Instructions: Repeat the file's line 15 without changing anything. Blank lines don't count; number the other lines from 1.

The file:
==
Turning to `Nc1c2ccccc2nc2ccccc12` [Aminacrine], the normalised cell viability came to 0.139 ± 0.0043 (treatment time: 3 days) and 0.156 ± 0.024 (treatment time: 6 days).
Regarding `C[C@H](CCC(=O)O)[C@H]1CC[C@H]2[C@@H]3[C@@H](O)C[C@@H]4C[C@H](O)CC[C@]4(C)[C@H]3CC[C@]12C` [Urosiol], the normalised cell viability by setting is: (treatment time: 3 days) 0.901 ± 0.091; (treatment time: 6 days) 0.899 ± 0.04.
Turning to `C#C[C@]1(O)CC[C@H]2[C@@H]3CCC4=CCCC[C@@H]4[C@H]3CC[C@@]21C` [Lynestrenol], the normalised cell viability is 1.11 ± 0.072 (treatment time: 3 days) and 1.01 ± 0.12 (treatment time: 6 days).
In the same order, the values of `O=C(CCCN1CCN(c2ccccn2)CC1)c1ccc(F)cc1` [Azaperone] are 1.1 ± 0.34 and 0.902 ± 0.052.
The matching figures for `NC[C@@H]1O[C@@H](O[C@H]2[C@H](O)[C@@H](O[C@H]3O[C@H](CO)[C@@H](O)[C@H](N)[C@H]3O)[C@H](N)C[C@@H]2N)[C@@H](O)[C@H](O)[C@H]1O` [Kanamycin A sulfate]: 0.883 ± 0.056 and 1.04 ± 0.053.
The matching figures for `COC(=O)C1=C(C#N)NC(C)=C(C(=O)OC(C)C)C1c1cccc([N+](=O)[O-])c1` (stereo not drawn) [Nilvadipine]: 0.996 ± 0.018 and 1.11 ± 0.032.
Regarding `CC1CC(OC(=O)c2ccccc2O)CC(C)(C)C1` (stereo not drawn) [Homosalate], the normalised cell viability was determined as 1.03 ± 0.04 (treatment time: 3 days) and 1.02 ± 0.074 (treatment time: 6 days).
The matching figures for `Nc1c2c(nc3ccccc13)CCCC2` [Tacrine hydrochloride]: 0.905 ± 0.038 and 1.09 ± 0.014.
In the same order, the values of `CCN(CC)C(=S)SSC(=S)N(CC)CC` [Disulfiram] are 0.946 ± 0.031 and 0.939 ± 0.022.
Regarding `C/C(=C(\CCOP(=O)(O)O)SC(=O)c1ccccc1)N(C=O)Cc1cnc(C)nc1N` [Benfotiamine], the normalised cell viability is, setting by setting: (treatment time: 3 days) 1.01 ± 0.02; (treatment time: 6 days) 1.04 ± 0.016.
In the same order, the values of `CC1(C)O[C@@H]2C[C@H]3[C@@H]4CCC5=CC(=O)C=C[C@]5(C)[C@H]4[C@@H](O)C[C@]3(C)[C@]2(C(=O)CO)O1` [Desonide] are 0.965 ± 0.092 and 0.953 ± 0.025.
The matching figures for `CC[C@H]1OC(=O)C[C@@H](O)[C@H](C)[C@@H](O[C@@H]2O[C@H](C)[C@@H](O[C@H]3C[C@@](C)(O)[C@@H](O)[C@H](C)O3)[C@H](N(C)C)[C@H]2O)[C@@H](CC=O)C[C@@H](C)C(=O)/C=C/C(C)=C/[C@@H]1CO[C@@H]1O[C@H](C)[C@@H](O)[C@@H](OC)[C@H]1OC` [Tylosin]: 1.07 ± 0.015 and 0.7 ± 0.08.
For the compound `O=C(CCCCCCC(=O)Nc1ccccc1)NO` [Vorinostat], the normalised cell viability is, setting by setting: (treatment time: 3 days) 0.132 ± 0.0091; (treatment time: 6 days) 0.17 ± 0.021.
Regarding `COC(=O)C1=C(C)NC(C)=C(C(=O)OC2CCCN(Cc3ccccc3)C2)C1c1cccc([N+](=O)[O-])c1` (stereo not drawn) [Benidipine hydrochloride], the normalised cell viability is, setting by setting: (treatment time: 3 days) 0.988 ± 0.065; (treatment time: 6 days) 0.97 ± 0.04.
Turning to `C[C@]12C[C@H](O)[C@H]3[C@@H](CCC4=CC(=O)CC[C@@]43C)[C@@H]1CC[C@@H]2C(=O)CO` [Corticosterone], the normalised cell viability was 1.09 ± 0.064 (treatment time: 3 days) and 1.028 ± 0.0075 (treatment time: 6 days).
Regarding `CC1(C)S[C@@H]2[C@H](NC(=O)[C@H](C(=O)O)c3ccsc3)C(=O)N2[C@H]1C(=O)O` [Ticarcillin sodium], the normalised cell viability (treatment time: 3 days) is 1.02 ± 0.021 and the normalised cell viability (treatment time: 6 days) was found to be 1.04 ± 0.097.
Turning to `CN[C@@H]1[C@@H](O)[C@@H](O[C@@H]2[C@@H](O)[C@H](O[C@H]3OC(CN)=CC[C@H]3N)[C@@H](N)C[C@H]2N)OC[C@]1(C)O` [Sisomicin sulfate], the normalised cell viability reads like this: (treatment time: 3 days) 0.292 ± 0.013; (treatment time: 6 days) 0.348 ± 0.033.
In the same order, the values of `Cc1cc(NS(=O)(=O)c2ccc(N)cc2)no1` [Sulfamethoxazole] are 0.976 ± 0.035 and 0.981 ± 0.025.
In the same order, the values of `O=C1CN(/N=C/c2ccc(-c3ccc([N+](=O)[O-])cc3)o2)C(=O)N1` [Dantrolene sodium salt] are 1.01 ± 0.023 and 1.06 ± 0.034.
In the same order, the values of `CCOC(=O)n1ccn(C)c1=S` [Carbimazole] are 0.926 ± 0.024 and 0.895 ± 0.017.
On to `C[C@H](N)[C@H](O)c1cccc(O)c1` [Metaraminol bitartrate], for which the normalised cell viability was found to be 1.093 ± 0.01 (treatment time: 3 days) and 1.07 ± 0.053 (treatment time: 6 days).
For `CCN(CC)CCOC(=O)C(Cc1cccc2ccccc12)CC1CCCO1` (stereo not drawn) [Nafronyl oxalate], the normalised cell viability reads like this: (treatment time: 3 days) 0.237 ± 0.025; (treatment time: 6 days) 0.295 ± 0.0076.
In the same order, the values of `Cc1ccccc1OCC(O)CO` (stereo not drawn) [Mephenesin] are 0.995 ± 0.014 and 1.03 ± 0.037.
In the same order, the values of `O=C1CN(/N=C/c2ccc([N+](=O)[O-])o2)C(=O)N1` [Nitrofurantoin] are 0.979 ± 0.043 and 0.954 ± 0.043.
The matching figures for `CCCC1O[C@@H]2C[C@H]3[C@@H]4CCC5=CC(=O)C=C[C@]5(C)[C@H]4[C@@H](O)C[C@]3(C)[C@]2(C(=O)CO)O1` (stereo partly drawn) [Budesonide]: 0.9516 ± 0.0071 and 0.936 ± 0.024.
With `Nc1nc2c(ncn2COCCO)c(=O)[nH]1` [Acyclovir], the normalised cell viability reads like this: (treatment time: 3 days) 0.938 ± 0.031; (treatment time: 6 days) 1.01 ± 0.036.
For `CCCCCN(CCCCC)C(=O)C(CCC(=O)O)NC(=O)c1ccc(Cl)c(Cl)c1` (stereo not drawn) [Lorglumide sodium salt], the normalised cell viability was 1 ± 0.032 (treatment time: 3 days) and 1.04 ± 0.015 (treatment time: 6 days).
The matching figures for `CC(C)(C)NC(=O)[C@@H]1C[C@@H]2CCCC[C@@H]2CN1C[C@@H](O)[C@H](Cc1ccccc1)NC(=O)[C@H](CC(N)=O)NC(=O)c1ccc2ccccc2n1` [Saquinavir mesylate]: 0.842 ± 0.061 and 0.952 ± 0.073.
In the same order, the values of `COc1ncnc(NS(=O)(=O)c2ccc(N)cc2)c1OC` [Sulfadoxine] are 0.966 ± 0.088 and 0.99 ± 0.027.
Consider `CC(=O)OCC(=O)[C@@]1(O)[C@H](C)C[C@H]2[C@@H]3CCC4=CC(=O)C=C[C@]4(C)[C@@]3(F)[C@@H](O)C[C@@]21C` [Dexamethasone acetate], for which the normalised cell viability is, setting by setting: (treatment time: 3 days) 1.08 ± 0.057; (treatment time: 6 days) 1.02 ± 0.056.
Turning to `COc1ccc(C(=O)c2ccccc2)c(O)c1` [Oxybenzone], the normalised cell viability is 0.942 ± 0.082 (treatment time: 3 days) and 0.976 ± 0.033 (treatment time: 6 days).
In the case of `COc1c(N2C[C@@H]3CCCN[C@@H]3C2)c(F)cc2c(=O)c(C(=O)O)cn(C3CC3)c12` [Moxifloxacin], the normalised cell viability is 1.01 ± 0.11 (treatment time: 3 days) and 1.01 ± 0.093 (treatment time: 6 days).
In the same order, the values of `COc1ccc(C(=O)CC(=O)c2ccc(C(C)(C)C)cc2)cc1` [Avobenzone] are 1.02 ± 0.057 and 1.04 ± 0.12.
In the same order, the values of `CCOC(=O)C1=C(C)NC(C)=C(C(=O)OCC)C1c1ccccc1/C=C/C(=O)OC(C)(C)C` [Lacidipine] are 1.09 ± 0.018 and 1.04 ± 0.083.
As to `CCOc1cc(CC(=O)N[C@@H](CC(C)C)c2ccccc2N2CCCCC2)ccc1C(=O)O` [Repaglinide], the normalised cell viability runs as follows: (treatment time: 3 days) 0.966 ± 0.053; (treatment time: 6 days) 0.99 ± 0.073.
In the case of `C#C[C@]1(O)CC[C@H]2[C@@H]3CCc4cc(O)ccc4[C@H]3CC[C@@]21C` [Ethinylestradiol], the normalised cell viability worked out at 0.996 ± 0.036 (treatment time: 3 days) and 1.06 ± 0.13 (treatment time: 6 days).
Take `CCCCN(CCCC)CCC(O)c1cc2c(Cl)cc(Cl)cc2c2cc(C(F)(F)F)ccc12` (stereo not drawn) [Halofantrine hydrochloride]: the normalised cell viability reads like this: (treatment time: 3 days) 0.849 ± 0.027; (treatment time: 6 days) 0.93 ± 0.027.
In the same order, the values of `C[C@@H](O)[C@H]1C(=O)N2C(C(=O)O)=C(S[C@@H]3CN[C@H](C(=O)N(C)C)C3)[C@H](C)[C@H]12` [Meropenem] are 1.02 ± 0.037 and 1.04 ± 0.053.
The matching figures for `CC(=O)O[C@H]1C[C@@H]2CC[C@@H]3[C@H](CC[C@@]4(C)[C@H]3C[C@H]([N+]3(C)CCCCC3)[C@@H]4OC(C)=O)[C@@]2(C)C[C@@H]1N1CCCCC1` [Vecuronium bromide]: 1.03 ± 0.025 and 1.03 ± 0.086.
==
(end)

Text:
Turning to `C[C@]12C[C@H](O)[C@H]3[C@@H](CCC4=CC(=O)CC[C@@]43C)[C@@H]1CC[C@@H]2C(=O)CO` [Corticosterone], the normalised cell viability was 1.09 ± 0.064 (treatment time: 3 days) and 1.028 ± 0.0075 (treatment time: 6 days).